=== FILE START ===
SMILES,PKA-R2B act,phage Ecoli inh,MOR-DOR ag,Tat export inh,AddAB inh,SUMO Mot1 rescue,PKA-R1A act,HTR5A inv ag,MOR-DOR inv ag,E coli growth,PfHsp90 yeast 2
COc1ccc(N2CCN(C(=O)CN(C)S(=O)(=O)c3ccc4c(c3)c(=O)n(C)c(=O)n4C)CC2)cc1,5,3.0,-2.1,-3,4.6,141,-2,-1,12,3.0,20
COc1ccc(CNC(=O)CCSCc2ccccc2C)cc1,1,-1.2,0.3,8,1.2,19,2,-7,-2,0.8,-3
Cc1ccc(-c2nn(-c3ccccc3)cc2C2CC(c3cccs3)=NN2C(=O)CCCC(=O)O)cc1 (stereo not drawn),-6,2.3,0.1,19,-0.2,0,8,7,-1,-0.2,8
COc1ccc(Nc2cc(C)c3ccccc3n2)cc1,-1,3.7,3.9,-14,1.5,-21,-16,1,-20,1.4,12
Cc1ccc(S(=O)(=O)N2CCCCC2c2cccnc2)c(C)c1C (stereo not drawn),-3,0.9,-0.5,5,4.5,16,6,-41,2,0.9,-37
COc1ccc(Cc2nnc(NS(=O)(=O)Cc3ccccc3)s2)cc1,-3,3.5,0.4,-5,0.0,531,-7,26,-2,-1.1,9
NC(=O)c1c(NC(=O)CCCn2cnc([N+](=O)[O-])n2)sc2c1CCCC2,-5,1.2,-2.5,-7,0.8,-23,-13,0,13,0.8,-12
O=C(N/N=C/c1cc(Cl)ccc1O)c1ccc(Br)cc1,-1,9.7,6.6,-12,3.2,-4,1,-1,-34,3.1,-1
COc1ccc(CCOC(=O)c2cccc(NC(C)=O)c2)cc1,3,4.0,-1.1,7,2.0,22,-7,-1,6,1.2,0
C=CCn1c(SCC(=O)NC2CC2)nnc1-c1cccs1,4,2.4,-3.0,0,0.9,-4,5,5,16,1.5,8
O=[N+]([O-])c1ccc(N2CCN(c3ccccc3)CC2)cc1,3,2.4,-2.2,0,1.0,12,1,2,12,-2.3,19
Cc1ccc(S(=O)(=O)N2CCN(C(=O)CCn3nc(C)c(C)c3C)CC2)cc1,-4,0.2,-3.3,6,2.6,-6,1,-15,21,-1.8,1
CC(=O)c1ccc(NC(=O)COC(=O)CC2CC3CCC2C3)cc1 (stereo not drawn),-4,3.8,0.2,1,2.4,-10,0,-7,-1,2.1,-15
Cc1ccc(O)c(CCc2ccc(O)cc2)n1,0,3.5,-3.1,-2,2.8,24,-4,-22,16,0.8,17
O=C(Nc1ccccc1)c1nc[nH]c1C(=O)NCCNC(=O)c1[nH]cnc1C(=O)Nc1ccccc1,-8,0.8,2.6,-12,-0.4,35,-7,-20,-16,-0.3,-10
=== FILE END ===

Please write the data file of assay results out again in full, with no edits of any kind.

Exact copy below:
SMILES,PKA-R2B act,phage Ecoli inh,MOR-DOR ag,Tat export inh,AddAB inh,SUMO Mot1 rescue,PKA-R1A act,HTR5A inv ag,MOR-DOR inv ag,E coli growth,PfHsp90 yeast 2
COc1ccc(N2CCN(C(=O)CN(C)S(=O)(=O)c3ccc4c(c3)c(=O)n(C)c(=O)n4C)CC2)cc1,5,3.0,-2.1,-3,4.6,141,-2,-1,12,3.0,20
COc1ccc(CNC(=O)CCSCc2ccccc2C)cc1,1,-1.2,0.3,8,1.2,19,2,-7,-2,0.8,-3
Cc1ccc(-c2nn(-c3ccccc3)cc2C2CC(c3cccs3)=NN2C(=O)CCCC(=O)O)cc1 (stereo not drawn),-6,2.3,0.1,19,-0.2,0,8,7,-1,-0.2,8
COc1ccc(Nc2cc(C)c3ccccc3n2)cc1,-1,3.7,3.9,-14,1.5,-21,-16,1,-20,1.4,12
Cc1ccc(S(=O)(=O)N2CCCCC2c2cccnc2)c(C)c1C (stereo not drawn),-3,0.9,-0.5,5,4.5,16,6,-41,2,0.9,-37
COc1ccc(Cc2nnc(NS(=O)(=O)Cc3ccccc3)s2)cc1,-3,3.5,0.4,-5,0.0,531,-7,26,-2,-1.1,9
NC(=O)c1c(NC(=O)CCCn2cnc([N+](=O)[O-])n2)sc2c1CCCC2,-5,1.2,-2.5,-7,0.8,-23,-13,0,13,0.8,-12
O=C(N/N=C/c1cc(Cl)ccc1O)c1ccc(Br)cc1,-1,9.7,6.6,-12,3.2,-4,1,-1,-34,3.1,-1
COc1ccc(CCOC(=O)c2cccc(NC(C)=O)c2)cc1,3,4.0,-1.1,7,2.0,22,-7,-1,6,1.2,0
C=CCn1c(SCC(=O)NC2CC2)nnc1-c1cccs1,4,2.4,-3.0,0,0.9,-4,5,5,16,1.5,8
O=[N+]([O-])c1ccc(N2CCN(c3ccccc3)CC2)cc1,3,2.4,-2.2,0,1.0,12,1,2,12,-2.3,19
Cc1ccc(S(=O)(=O)N2CCN(C(=O)CCn3nc(C)c(C)c3C)CC2)cc1,-4,0.2,-3.3,6,2.6,-6,1,-15,21,-1.8,1
CC(=O)c1ccc(NC(=O)COC(=O)CC2CC3CCC2C3)cc1 (stereo not drawn),-4,3.8,0.2,1,2.4,-10,0,-7,-1,2.1,-15
Cc1ccc(O)c(CCc2ccc(O)cc2)n1,0,3.5,-3.1,-2,2.8,24,-4,-22,16,0.8,17
O=C(Nc1ccccc1)c1nc[nH]c1C(=O)NCCNC(=O)c1[nH]cnc1C(=O)Nc1ccccc1,-8,0.8,2.6,-12,-0.4,35,-7,-20,-16,-0.3,-10